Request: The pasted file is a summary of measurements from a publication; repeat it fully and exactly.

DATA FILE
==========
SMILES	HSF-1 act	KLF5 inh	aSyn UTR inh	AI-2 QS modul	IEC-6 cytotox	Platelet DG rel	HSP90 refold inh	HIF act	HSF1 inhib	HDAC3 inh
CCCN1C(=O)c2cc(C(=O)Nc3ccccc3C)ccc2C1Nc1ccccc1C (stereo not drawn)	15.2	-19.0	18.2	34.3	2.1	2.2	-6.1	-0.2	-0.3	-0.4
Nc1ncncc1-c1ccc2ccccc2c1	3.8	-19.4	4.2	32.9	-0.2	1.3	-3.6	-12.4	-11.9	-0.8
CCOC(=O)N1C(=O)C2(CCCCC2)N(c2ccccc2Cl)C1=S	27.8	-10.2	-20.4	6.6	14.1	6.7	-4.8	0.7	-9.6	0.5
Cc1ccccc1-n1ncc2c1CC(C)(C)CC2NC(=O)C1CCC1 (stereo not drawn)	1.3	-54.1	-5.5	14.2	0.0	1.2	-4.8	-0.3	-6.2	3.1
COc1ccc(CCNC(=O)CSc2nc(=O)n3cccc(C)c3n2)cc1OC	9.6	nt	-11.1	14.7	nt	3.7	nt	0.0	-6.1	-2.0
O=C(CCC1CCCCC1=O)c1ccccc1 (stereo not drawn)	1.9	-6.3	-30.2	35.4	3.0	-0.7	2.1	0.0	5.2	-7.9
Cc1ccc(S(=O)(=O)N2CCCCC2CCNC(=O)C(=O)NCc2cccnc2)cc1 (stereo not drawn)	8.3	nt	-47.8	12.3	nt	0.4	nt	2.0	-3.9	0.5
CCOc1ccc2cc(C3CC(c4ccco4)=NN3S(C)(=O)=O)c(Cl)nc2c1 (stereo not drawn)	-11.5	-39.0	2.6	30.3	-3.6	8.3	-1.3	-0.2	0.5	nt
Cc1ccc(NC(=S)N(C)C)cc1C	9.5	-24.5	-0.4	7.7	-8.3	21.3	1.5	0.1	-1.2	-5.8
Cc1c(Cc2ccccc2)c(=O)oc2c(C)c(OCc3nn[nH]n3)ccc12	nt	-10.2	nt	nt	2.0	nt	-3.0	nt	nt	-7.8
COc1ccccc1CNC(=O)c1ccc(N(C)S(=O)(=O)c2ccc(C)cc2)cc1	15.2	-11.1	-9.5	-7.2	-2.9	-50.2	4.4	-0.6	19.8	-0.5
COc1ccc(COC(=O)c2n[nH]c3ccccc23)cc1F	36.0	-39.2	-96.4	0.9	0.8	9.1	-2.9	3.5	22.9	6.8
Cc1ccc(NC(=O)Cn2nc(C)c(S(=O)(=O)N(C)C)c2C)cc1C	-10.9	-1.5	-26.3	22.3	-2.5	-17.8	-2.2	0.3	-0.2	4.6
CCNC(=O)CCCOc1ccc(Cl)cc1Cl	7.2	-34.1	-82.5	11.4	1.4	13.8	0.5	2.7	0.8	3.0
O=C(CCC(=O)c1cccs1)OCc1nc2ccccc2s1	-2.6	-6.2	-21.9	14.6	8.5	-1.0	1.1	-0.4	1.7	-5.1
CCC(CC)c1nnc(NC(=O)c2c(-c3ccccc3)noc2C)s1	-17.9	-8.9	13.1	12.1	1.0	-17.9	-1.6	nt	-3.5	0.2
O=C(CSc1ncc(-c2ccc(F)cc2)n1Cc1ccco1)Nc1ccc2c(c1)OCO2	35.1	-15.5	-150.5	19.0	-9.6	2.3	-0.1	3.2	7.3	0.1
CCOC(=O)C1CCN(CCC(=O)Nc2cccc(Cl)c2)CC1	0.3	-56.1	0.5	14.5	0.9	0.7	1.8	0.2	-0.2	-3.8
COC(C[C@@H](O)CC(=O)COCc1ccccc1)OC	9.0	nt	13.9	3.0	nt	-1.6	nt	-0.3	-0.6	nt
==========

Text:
SMILES	HSF-1 act	KLF5 inh	aSyn UTR inh	AI-2 QS modul	IEC-6 cytotox	Platelet DG rel	HSP90 refold inh	HIF act	HSF1 inhib	HDAC3 inh
CCCN1C(=O)c2cc(C(=O)Nc3ccccc3C)ccc2C1Nc1ccccc1C (stereo not drawn)	15.2	-19.0	18.2	34.3	2.1	2.2	-6.1	-0.2	-0.3	-0.4
Nc1ncncc1-c1ccc2ccccc2c1	3.8	-19.4	4.2	32.9	-0.2	1.3	-3.6	-12.4	-11.9	-0.8
CCOC(=O)N1C(=O)C2(CCCCC2)N(c2ccccc2Cl)C1=S	27.8	-10.2	-20.4	6.6	14.1	6.7	-4.8	0.7	-9.6	0.5
Cc1ccccc1-n1ncc2c1CC(C)(C)CC2NC(=O)C1CCC1 (stereo not drawn)	1.3	-54.1	-5.5	14.2	0.0	1.2	-4.8	-0.3	-6.2	3.1
COc1ccc(CCNC(=O)CSc2nc(=O)n3cccc(C)c3n2)cc1OC	9.6	nt	-11.1	14.7	nt	3.7	nt	0.0	-6.1	-2.0
O=C(CCC1CCCCC1=O)c1ccccc1 (stereo not drawn)	1.9	-6.3	-30.2	35.4	3.0	-0.7	2.1	0.0	5.2	-7.9
Cc1ccc(S(=O)(=O)N2CCCCC2CCNC(=O)C(=O)NCc2cccnc2)cc1 (stereo not drawn)	8.3	nt	-47.8	12.3	nt	0.4	nt	2.0	-3.9	0.5
CCOc1ccc2cc(C3CC(c4ccco4)=NN3S(C)(=O)=O)c(Cl)nc2c1 (stereo not drawn)	-11.5	-39.0	2.6	30.3	-3.6	8.3	-1.3	-0.2	0.5	nt
Cc1ccc(NC(=S)N(C)C)cc1C	9.5	-24.5	-0.4	7.7	-8.3	21.3	1.5	0.1	-1.2	-5.8
Cc1c(Cc2ccccc2)c(=O)oc2c(C)c(OCc3nn[nH]n3)ccc12	nt	-10.2	nt	nt	2.0	nt	-3.0	nt	nt	-7.8
COc1ccccc1CNC(=O)c1ccc(N(C)S(=O)(=O)c2ccc(C)cc2)cc1	15.2	-11.1	-9.5	-7.2	-2.9	-50.2	4.4	-0.6	19.8	-0.5
COc1ccc(COC(=O)c2n[nH]c3ccccc23)cc1F	36.0	-39.2	-96.4	0.9	0.8	9.1	-2.9	3.5	22.9	6.8
Cc1ccc(NC(=O)Cn2nc(C)c(S(=O)(=O)N(C)C)c2C)cc1C	-10.9	-1.5	-26.3	22.3	-2.5	-17.8	-2.2	0.3	-0.2	4.6
CCNC(=O)CCCOc1ccc(Cl)cc1Cl	7.2	-34.1	-82.5	11.4	1.4	13.8	0.5	2.7	0.8	3.0
O=C(CCC(=O)c1cccs1)OCc1nc2ccccc2s1	-2.6	-6.2	-21.9	14.6	8.5	-1.0	1.1	-0.4	1.7	-5.1
CCC(CC)c1nnc(NC(=O)c2c(-c3ccccc3)noc2C)s1	-17.9	-8.9	13.1	12.1	1.0	-17.9	-1.6	nt	-3.5	0.2
O=C(CSc1ncc(-c2ccc(F)cc2)n1Cc1ccco1)Nc1ccc2c(c1)OCO2	35.1	-15.5	-150.5	19.0	-9.6	2.3	-0.1	3.2	7.3	0.1
CCOC(=O)C1CCN(CCC(=O)Nc2cccc(Cl)c2)CC1	0.3	-56.1	0.5	14.5	0.9	0.7	1.8	0.2	-0.2	-3.8
COC(C[C@@H](O)CC(=O)COCc1ccccc1)OC	9.0	nt	13.9	3.0	nt	-1.6	nt	-0.3	-0.6	nt